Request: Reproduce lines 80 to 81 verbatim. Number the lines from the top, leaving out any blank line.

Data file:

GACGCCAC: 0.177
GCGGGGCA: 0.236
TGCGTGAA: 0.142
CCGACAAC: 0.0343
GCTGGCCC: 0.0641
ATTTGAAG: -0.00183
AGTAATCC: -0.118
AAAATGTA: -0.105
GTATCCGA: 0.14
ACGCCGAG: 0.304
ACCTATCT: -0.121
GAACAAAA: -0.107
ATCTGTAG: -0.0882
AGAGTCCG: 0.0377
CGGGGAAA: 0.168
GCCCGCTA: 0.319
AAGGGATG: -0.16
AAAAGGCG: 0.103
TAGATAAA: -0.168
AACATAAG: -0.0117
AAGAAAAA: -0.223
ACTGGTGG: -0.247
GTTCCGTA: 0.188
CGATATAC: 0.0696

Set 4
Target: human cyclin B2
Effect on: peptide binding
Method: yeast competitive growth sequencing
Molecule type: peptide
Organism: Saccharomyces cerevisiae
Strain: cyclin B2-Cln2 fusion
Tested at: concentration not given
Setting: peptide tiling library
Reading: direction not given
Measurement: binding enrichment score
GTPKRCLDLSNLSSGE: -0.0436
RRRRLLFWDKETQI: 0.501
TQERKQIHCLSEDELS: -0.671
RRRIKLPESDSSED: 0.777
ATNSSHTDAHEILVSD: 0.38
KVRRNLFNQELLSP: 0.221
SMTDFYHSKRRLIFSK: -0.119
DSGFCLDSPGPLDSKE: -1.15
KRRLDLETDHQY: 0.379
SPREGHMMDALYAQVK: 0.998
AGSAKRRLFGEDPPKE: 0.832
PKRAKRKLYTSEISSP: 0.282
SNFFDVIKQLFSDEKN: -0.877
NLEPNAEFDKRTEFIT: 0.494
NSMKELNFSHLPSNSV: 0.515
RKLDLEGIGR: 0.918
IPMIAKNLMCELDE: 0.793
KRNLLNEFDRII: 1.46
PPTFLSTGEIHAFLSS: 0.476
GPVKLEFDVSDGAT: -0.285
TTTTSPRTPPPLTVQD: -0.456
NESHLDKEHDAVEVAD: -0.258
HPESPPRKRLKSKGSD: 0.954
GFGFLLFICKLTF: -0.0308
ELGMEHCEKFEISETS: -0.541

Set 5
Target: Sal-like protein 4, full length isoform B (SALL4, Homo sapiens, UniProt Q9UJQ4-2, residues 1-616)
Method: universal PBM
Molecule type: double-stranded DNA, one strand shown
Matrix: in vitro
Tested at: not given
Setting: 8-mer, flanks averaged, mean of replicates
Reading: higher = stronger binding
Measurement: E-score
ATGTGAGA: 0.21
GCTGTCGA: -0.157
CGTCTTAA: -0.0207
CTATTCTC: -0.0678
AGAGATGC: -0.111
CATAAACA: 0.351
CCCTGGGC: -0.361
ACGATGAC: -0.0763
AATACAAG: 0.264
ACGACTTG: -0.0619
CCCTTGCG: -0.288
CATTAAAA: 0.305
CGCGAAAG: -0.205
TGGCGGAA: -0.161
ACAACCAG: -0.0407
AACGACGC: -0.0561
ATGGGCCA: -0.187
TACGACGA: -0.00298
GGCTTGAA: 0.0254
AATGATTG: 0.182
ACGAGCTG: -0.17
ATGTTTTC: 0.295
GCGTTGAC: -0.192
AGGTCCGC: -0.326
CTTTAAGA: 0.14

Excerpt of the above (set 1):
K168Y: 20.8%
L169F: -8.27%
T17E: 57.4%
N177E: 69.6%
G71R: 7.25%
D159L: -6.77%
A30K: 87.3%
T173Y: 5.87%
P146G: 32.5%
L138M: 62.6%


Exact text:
CCCTTGCG: -0.288
CATTAAAA: 0.305